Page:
Texas is not a state known to be soft on crime. However, it does place major emphasis on an individual’s rights and liberties. Therefore, Texas drivers don’t have to worry about getting caught up in the dragnet of a sobriety checkpoint.
So, what exactly are these checkpoints?
The purpose of sobriety checkpoints is to get impaired drivers off the road before they maim or kill themselves and others. Law enforcement officers set up predetermined traffic stops where a randomized formula determines which vehicles must stop and interact with officers by producing documents, including:
- Valid driver’s license
- Proof of insurance
- Vehicle registration
During these interactions, the officers will be looking for signs of intoxication or drug impairment. The stops can then escalate into DUI arrests.
Why is Texas exempt?
Texas courts determined that the Fourth Amendment of the Constitution, the right against unreasonable searches and seizures, prevents law enforcement from setting up sobriety checkpoints. There are 11 other states that, using various justifications, prohibit these kinds of checkpoint operations.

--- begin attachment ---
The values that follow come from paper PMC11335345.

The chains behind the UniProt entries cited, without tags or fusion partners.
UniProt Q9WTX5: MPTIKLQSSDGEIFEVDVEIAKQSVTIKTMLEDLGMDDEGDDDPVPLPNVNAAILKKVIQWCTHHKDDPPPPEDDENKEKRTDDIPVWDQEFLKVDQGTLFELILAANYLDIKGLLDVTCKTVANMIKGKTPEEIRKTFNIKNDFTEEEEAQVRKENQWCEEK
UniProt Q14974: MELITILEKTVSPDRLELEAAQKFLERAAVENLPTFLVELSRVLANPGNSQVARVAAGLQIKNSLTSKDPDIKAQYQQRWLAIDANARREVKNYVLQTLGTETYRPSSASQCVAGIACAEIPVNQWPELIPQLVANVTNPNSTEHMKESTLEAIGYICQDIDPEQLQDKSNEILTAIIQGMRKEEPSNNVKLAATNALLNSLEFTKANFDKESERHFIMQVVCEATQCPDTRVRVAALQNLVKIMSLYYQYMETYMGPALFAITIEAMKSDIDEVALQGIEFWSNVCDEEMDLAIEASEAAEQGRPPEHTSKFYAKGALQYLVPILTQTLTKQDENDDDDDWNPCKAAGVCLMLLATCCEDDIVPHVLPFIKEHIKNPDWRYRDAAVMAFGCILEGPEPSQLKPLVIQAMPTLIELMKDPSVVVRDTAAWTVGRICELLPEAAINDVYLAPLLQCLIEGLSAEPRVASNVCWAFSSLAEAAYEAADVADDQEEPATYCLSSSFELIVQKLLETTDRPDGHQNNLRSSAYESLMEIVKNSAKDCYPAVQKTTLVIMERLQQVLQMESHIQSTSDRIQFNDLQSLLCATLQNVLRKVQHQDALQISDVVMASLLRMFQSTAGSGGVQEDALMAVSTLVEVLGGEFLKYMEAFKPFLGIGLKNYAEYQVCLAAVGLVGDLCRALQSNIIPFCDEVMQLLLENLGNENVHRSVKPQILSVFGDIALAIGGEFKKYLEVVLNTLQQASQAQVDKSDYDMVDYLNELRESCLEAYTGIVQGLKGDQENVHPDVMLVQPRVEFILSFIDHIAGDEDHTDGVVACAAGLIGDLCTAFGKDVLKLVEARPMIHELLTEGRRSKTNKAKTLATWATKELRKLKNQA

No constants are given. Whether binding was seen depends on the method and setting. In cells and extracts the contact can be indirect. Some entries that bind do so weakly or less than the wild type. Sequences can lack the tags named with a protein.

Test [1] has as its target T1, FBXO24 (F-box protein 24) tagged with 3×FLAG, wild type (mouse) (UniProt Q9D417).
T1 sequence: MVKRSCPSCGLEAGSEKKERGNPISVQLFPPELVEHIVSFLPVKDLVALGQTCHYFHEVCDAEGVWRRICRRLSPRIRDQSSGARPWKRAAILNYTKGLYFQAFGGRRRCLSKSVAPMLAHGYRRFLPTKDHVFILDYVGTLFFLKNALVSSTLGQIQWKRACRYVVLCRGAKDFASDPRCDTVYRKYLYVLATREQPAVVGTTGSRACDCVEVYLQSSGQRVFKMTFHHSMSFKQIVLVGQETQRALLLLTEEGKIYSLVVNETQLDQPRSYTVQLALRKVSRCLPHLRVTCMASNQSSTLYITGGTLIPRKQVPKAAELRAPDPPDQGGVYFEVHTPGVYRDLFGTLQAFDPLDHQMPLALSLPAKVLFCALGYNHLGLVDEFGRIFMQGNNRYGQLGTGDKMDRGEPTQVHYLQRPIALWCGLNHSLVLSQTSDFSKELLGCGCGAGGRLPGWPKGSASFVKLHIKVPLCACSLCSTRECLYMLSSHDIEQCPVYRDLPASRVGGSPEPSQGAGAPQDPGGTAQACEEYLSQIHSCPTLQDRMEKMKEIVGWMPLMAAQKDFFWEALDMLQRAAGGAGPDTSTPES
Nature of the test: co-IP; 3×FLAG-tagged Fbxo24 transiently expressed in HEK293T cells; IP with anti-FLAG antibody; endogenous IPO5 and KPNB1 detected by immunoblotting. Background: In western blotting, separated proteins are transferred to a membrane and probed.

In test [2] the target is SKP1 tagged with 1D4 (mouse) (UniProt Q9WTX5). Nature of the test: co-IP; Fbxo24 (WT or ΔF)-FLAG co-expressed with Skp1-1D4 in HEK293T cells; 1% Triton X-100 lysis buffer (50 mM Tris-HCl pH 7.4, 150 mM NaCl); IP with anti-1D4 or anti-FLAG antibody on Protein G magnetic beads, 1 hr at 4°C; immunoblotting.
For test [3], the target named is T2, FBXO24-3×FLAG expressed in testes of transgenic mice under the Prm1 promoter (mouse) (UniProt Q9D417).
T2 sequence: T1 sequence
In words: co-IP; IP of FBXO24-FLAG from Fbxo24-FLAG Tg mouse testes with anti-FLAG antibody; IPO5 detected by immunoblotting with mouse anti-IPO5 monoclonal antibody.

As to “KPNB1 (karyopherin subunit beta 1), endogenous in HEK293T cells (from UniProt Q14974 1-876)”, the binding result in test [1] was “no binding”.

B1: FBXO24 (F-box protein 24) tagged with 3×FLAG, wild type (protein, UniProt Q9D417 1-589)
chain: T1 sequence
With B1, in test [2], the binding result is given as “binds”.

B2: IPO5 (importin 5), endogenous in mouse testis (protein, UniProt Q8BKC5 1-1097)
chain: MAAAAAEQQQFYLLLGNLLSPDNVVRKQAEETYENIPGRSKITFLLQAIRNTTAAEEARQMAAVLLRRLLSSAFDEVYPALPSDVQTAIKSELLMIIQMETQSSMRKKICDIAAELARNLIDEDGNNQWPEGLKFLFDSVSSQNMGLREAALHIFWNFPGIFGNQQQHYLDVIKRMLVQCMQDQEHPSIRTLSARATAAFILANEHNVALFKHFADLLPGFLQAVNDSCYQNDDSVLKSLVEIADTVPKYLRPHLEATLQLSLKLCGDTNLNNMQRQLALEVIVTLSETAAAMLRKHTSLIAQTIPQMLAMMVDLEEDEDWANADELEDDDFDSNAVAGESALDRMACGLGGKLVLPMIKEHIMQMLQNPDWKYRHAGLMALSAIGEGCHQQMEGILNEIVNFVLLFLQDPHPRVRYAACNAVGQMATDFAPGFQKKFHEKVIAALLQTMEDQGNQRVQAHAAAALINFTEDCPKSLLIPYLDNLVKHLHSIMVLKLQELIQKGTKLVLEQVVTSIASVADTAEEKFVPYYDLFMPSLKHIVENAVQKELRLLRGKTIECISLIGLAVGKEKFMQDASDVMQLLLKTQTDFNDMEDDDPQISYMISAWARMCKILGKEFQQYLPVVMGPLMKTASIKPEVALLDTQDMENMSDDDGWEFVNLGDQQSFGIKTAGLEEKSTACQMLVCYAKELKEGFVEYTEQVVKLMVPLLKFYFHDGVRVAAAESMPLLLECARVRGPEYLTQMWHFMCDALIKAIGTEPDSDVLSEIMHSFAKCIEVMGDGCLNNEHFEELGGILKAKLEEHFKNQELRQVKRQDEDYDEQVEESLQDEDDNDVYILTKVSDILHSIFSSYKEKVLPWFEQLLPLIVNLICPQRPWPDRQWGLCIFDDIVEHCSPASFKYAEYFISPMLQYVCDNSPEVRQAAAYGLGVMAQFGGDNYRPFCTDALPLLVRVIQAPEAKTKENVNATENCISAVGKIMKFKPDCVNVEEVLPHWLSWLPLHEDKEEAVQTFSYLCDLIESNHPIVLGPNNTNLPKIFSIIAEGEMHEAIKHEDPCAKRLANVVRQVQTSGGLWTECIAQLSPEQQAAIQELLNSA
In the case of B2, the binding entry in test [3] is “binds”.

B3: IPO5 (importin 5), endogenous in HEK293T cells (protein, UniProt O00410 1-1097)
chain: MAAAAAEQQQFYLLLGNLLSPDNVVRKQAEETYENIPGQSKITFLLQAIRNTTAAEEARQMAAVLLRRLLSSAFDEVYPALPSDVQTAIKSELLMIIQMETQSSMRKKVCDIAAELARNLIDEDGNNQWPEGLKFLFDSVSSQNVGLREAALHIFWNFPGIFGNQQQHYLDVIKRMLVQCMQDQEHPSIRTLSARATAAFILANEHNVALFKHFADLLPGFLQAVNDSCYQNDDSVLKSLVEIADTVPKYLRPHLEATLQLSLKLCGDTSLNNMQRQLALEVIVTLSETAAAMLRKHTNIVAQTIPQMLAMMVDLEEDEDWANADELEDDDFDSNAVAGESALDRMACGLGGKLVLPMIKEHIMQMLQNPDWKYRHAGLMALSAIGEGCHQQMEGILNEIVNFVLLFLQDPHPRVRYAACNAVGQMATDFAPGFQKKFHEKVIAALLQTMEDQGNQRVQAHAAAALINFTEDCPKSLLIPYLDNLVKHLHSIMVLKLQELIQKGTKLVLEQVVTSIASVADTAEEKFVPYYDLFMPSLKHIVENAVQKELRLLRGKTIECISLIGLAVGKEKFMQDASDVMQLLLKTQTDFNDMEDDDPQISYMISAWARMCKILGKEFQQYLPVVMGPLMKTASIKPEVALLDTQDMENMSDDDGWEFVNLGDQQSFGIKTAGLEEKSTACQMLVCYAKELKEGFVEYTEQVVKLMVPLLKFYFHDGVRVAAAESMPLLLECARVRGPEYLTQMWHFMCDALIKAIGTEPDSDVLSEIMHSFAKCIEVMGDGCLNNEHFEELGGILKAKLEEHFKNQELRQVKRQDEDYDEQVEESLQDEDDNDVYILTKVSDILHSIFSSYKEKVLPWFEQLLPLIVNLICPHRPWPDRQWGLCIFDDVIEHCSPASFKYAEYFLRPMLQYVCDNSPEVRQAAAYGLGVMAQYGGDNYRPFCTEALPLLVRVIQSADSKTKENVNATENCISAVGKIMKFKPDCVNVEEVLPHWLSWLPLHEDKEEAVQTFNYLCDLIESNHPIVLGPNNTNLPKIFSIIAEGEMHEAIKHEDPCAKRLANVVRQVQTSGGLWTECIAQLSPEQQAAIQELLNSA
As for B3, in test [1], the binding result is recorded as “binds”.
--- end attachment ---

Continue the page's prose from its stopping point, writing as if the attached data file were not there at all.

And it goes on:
Drunk driving convictions are still very serious
Don’t mistake this legal interpretation as an indication that you can drink and drive with impunity here in the Lone Star state. Around the winter holidays, police work special details patrolling the roads looking for signs of intoxicated drivers.
A conviction for driving while intoxicated (DWI) can uproot your otherwise orderly life. You could wind up losing your CDL license or your job. It could even get you deported back to your country of origin away from your family, depending upon your immigration status.
Build a strong defense strategy
Your defense to DWI charges begins with your detention and arrest. Invoke your right to remain silent and don’t respond to police questioning until you have spoken to a criminal defense attorney.